James Clark, "The Dissolution of the Monasteries: A New History" (Yale UP, 2021)
Listen now
In a mere four years, England’s monastic tradition—one of the richest in all of Europe—came to an end. The Dissolution of the Monasteries, as it’s come to be known, stands in popular consciousness as a token of religious reformation and muscular government. But the Dissolution is wrapped up in partisan narratives that have obscured the role of the religious in their own day, their perception of events, others’ perceptions of them, and the meaning and impact of their demise. In a searching, compendious yet eminently readable study, James Clark rewrites the history of this most pivotal moment in England’s past. The Dissolution of the Monasteries: A New History (Yale University Press, 2021) traces in magnificent granularity the world of monastic England, the critical events of 1536-40, and the landscape left behind when the last monastic bells rang across country granges and city throughways. Jonathan Megerian was a doctoral candidate in history at Johns Hopkins University. He worked on late medieval and Renaissance England. Learn more about your ad choices. Visit megaphone.fm/adchoices Support our show by becoming a premium member! https://newbooksnetwork.supportingcast.fm/christian-studies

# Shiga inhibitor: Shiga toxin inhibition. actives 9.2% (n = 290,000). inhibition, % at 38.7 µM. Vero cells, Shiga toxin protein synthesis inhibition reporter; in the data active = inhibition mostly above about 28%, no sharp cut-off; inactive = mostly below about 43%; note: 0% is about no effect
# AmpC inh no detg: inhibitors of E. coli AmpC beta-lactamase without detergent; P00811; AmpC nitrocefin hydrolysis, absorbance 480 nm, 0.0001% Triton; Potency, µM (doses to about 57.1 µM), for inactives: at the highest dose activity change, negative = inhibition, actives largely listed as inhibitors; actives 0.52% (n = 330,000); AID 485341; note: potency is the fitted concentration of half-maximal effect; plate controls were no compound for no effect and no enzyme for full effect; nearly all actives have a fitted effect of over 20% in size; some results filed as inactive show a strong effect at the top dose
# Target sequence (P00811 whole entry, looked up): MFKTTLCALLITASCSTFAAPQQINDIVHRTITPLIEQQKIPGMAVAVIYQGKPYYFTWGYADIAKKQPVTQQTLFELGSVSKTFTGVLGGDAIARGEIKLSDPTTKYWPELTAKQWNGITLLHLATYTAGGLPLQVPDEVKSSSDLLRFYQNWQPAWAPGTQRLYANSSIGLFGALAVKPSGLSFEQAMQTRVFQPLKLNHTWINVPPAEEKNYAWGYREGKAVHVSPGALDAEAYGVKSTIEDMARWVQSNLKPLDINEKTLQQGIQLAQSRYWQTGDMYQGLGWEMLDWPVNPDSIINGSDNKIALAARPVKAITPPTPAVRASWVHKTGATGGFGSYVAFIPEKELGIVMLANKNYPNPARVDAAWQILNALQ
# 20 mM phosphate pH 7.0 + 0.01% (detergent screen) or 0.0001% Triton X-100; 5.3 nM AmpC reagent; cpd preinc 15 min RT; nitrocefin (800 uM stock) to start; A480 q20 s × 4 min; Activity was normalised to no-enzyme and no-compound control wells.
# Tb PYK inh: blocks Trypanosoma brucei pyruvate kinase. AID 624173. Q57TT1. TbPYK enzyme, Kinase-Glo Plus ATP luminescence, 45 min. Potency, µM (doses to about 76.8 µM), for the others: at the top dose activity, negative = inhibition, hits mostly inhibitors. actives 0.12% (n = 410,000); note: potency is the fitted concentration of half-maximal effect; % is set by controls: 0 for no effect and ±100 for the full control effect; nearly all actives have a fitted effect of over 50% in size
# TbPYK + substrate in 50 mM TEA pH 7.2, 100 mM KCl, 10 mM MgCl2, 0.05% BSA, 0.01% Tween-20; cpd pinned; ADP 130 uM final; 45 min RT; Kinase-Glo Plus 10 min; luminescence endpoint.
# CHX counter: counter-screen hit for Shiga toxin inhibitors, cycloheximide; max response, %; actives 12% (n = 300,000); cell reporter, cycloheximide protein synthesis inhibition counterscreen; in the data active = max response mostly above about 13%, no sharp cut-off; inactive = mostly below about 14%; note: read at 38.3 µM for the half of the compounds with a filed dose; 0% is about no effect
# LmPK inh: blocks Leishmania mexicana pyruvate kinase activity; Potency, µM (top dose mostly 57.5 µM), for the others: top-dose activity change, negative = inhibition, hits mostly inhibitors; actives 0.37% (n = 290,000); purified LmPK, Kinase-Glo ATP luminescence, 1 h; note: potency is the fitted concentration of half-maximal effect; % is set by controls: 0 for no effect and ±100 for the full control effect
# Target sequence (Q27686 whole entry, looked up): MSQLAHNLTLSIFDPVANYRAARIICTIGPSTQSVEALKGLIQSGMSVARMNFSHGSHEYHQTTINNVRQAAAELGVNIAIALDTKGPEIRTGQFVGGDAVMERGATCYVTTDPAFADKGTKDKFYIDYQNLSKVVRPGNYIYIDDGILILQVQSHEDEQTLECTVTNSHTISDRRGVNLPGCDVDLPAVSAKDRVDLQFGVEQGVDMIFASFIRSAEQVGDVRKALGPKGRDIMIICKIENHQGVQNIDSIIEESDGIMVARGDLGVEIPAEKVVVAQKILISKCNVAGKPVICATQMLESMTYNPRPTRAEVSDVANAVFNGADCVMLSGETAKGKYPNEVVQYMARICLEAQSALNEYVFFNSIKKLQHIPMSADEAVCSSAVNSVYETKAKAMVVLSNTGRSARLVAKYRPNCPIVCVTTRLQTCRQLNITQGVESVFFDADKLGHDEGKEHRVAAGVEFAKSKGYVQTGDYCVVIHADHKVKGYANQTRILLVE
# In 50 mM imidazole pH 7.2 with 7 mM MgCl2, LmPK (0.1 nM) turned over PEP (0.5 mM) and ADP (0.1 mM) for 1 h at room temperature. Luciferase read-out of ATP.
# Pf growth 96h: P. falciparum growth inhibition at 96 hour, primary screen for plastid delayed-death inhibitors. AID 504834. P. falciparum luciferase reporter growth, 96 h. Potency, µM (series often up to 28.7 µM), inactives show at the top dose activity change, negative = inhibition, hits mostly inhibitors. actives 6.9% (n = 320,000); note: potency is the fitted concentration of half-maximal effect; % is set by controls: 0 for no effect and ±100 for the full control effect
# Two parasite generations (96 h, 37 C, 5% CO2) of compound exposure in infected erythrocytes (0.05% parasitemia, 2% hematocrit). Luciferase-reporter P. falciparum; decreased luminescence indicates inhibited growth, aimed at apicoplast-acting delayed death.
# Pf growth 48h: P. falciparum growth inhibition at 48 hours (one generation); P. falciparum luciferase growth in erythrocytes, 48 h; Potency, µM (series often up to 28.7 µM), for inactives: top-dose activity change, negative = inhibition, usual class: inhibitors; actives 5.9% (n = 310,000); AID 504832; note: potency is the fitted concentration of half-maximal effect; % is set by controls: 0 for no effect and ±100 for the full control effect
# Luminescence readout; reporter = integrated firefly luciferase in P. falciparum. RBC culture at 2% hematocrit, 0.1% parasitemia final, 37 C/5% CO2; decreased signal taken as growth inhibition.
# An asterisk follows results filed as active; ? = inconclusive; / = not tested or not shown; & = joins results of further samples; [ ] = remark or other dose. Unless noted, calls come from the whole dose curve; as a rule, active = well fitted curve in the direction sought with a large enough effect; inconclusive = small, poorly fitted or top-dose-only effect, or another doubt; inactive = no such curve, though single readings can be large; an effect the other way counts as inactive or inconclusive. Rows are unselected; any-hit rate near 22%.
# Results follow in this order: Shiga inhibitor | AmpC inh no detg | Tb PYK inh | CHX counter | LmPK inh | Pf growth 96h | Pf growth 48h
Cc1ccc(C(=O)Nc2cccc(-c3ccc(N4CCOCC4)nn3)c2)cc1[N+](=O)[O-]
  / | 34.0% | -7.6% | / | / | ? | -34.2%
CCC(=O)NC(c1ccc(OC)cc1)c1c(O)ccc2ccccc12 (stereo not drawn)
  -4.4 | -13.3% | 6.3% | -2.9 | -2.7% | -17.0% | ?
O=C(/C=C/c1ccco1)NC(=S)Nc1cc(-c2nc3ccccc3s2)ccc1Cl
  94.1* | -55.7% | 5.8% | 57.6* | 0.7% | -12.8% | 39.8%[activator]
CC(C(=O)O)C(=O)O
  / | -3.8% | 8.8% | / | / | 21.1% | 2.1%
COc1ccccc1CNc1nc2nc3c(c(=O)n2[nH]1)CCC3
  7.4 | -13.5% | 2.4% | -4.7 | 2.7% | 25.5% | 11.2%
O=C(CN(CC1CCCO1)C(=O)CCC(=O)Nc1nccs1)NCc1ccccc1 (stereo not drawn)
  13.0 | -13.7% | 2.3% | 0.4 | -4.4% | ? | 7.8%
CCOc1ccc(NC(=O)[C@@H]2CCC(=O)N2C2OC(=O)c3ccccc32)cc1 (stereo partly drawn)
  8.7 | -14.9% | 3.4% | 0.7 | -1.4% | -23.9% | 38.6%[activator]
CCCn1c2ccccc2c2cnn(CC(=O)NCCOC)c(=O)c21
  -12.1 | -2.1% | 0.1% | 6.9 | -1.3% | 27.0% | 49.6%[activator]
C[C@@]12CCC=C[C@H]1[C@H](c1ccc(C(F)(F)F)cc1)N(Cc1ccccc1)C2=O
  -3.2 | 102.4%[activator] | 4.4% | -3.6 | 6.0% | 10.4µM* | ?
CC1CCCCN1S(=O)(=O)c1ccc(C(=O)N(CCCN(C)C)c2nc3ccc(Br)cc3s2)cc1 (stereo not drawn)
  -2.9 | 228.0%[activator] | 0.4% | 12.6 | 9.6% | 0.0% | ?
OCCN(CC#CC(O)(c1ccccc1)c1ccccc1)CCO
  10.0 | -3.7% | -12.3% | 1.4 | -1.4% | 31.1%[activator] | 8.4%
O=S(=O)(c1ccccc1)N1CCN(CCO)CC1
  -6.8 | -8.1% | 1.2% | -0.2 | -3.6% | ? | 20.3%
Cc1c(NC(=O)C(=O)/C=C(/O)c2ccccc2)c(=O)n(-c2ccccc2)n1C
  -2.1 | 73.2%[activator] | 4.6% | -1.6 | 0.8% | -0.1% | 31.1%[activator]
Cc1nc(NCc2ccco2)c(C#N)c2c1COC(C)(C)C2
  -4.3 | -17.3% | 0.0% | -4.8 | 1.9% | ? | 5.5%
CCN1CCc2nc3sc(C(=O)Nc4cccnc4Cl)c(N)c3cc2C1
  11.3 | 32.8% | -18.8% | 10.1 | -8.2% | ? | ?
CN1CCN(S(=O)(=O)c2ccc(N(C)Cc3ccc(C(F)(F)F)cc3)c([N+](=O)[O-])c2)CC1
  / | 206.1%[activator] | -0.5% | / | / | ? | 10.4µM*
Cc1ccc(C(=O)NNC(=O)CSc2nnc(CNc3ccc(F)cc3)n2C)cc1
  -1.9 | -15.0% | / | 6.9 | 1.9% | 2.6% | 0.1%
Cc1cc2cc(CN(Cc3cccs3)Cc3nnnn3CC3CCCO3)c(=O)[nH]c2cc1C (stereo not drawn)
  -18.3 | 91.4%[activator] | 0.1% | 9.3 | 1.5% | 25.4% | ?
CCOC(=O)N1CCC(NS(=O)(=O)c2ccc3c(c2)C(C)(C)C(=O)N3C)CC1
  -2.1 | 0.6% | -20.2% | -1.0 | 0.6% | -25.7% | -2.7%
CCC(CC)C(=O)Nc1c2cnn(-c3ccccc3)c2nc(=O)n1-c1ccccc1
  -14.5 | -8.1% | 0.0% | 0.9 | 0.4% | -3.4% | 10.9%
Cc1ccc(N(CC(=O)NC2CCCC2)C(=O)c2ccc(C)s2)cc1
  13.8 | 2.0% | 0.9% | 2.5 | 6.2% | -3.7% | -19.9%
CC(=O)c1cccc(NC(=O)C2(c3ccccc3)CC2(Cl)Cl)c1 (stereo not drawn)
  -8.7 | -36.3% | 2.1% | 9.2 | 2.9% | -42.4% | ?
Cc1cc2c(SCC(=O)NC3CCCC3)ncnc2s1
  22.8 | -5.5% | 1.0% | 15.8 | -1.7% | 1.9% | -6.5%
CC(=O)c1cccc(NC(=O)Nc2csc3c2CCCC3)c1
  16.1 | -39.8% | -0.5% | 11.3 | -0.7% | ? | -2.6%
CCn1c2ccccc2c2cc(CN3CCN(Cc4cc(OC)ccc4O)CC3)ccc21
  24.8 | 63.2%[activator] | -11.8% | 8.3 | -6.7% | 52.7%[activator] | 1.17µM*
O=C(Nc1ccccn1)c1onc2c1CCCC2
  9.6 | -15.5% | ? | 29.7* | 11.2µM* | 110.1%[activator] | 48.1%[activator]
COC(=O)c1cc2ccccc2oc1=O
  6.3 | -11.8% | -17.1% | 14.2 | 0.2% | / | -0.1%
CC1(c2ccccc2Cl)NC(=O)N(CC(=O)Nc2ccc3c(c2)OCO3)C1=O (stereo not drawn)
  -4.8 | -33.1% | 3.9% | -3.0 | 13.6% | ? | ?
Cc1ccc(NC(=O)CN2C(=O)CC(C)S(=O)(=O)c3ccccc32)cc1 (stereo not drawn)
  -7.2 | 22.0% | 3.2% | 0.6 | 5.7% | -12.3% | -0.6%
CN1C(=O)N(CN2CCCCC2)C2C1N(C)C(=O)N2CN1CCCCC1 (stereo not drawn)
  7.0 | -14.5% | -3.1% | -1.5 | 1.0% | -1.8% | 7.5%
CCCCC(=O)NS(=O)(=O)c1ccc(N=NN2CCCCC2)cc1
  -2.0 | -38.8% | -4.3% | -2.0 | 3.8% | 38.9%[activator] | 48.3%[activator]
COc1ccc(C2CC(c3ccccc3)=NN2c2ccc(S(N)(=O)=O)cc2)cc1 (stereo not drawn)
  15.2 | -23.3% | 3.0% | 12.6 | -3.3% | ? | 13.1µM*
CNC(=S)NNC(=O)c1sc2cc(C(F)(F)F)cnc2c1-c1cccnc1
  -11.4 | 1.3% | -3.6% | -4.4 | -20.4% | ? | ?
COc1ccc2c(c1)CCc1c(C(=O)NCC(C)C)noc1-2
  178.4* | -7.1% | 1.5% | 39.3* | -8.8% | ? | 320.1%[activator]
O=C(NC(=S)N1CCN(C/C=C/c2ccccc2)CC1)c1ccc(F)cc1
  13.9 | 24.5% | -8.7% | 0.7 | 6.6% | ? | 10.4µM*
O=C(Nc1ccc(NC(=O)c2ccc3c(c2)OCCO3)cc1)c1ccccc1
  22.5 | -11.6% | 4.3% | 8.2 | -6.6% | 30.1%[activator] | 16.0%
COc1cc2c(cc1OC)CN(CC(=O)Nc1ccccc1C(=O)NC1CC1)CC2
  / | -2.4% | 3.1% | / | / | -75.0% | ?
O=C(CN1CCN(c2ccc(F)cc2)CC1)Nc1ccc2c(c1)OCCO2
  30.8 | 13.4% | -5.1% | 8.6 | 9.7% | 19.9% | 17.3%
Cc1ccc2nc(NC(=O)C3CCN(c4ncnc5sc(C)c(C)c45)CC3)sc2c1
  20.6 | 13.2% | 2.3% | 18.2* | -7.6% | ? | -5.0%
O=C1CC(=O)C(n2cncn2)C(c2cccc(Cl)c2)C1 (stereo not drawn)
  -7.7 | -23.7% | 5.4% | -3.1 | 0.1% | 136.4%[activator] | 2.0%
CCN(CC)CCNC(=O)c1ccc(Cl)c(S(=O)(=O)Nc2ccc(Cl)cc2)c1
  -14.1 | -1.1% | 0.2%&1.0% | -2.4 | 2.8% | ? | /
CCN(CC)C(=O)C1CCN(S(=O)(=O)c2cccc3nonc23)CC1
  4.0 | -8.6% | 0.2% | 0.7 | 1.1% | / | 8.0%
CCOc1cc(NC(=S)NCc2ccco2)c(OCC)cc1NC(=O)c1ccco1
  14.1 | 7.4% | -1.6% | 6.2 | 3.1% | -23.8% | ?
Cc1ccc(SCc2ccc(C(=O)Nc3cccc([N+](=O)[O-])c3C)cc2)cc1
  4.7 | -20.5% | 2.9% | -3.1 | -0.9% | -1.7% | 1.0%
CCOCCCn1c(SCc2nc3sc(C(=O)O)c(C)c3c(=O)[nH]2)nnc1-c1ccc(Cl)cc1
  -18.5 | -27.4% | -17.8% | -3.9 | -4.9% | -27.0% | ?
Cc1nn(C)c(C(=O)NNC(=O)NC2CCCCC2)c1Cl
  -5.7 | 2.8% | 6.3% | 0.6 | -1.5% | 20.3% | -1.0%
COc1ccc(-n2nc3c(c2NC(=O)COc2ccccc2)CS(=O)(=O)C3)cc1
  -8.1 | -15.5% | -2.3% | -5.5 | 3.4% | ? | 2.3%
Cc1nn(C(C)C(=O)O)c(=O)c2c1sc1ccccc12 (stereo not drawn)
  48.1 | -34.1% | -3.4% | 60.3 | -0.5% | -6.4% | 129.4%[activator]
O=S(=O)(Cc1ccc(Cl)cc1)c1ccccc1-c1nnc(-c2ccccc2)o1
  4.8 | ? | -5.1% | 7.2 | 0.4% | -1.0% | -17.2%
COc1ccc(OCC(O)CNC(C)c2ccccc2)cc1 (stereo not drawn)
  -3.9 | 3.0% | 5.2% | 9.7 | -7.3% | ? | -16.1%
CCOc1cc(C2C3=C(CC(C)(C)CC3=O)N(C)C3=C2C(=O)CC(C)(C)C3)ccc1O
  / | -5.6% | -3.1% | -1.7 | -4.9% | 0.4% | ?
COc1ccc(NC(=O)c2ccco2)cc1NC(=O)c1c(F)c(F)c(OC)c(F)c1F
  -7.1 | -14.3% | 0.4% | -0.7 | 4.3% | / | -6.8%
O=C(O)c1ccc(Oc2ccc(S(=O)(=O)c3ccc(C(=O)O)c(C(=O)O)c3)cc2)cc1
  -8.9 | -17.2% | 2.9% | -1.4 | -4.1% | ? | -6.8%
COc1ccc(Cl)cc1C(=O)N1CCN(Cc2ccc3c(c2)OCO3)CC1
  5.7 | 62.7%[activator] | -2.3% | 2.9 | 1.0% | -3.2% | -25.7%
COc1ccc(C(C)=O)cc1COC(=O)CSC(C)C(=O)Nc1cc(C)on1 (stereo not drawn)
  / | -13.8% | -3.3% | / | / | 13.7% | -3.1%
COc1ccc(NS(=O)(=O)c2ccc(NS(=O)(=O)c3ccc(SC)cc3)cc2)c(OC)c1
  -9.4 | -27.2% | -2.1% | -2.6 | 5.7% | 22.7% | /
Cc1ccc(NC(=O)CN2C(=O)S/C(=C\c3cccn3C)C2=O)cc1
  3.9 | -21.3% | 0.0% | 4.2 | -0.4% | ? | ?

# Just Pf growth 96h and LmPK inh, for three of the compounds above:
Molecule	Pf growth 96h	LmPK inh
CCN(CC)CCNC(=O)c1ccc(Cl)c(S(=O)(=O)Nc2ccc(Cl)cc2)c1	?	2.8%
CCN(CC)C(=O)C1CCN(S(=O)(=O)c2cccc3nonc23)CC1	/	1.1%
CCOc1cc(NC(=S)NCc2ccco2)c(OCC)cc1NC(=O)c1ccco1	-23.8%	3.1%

More Episodes
Published 08/13/22
Galilee, the region where monotheism multiplied, where Christianity came into being, where Judaism reinvented itself, and where Islam won some of its greatest triumphs. Matthew Silver's two volumes--The History of Galilee, 47 BCE to 1260 CE: From Josephus and Jesus to the Crusades (Lexington...
Published 08/13/22
In Beyond Missio Dei: Contesting Mission, Rethinking Witness (Palgrave MacMillan, 2021), Sarosh Koshy strives to go beyond the mission model of Christianity that emerged alongside and within the colonial enterprise and ethos since the sixteenth century. Rather than denouncing the inheritance of...
Published 08/12/22